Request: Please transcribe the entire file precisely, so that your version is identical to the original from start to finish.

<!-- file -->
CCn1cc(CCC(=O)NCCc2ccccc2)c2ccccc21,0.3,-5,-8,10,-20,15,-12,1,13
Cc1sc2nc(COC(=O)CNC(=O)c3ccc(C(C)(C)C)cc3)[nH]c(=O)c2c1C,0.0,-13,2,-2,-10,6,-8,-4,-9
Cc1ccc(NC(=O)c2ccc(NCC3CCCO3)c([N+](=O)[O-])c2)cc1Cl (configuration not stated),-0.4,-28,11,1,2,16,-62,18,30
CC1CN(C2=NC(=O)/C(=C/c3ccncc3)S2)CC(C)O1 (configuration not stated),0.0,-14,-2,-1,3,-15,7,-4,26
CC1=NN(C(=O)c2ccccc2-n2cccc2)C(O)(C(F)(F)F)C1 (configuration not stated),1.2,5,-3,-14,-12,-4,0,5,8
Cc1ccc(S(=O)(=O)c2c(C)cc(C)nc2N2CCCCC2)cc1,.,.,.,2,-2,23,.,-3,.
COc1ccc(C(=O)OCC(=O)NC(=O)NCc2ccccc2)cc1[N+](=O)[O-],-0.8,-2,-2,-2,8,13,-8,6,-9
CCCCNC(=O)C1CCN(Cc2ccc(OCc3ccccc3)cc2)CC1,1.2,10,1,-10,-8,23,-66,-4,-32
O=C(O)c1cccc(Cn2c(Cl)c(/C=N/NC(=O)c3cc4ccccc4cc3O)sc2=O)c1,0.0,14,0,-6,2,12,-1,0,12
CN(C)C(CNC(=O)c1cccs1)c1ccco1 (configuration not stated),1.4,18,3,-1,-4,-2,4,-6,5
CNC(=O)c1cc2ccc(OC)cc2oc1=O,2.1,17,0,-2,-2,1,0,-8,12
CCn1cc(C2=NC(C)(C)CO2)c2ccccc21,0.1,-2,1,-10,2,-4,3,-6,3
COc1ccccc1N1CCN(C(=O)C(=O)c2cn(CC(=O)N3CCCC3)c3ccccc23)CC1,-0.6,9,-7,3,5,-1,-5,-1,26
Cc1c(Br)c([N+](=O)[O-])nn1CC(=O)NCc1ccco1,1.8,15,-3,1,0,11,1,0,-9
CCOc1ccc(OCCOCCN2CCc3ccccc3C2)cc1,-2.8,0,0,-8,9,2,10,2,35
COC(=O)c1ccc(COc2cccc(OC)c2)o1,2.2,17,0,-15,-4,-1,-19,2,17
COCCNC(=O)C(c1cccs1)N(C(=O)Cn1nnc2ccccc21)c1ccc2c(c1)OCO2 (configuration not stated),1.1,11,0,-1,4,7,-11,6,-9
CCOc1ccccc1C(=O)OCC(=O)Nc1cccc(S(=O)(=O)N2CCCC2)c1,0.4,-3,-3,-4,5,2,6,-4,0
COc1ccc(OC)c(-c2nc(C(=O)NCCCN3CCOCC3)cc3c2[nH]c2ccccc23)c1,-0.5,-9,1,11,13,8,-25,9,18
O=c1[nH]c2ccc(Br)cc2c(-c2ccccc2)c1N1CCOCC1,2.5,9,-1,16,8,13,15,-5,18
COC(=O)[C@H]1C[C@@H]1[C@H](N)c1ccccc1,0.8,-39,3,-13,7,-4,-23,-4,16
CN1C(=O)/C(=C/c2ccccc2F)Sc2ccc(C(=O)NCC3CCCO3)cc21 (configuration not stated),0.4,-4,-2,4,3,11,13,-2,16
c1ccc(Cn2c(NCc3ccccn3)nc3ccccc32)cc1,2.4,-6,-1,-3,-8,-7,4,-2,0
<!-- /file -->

CCn1cc(CCC(=O)NCCc2ccccc2)c2ccccc21,0.3,-5,-8,10,-20,15,-12,1,13
Cc1sc2nc(COC(=O)CNC(=O)c3ccc(C(C)(C)C)cc3)[nH]c(=O)c2c1C,0.0,-13,2,-2,-10,6,-8,-4,-9
Cc1ccc(NC(=O)c2ccc(NCC3CCCO3)c([N+](=O)[O-])c2)cc1Cl (configuration not stated),-0.4,-28,11,1,2,16,-62,18,30
CC1CN(C2=NC(=O)/C(=C/c3ccncc3)S2)CC(C)O1 (configuration not stated),0.0,-14,-2,-1,3,-15,7,-4,26
CC1=NN(C(=O)c2ccccc2-n2cccc2)C(O)(C(F)(F)F)C1 (configuration not stated),1.2,5,-3,-14,-12,-4,0,5,8
Cc1ccc(S(=O)(=O)c2c(C)cc(C)nc2N2CCCCC2)cc1,.,.,.,2,-2,23,.,-3,.
COc1ccc(C(=O)OCC(=O)NC(=O)NCc2ccccc2)cc1[N+](=O)[O-],-0.8,-2,-2,-2,8,13,-8,6,-9
CCCCNC(=O)C1CCN(Cc2ccc(OCc3ccccc3)cc2)CC1,1.2,10,1,-10,-8,23,-66,-4,-32
O=C(O)c1cccc(Cn2c(Cl)c(/C=N/NC(=O)c3cc4ccccc4cc3O)sc2=O)c1,0.0,14,0,-6,2,12,-1,0,12
CN(C)C(CNC(=O)c1cccs1)c1ccco1 (configuration not stated),1.4,18,3,-1,-4,-2,4,-6,5
CNC(=O)c1cc2ccc(OC)cc2oc1=O,2.1,17,0,-2,-2,1,0,-8,12
CCn1cc(C2=NC(C)(C)CO2)c2ccccc21,0.1,-2,1,-10,2,-4,3,-6,3
COc1ccccc1N1CCN(C(=O)C(=O)c2cn(CC(=O)N3CCCC3)c3ccccc23)CC1,-0.6,9,-7,3,5,-1,-5,-1,26
Cc1c(Br)c([N+](=O)[O-])nn1CC(=O)NCc1ccco1,1.8,15,-3,1,0,11,1,0,-9
CCOc1ccc(OCCOCCN2CCc3ccccc3C2)cc1,-2.8,0,0,-8,9,2,10,2,35
COC(=O)c1ccc(COc2cccc(OC)c2)o1,2.2,17,0,-15,-4,-1,-19,2,17
COCCNC(=O)C(c1cccs1)N(C(=O)Cn1nnc2ccccc21)c1ccc2c(c1)OCO2 (configuration not stated),1.1,11,0,-1,4,7,-11,6,-9
CCOc1ccccc1C(=O)OCC(=O)Nc1cccc(S(=O)(=O)N2CCCC2)c1,0.4,-3,-3,-4,5,2,6,-4,0
COc1ccc(OC)c(-c2nc(C(=O)NCCCN3CCOCC3)cc3c2[nH]c2ccccc23)c1,-0.5,-9,1,11,13,8,-25,9,18
O=c1[nH]c2ccc(Br)cc2c(-c2ccccc2)c1N1CCOCC1,2.5,9,-1,16,8,13,15,-5,18
COC(=O)[C@H]1C[C@@H]1[C@H](N)c1ccccc1,0.8,-39,3,-13,7,-4,-23,-4,16
CN1C(=O)/C(=C/c2ccccc2F)Sc2ccc(C(=O)NCC3CCCO3)cc21 (configuration not stated),0.4,-4,-2,4,3,11,13,-2,16
c1ccc(Cn2c(NCc3ccccn3)nc3ccccc32)cc1,2.4,-6,-1,-3,-8,-7,4,-2,0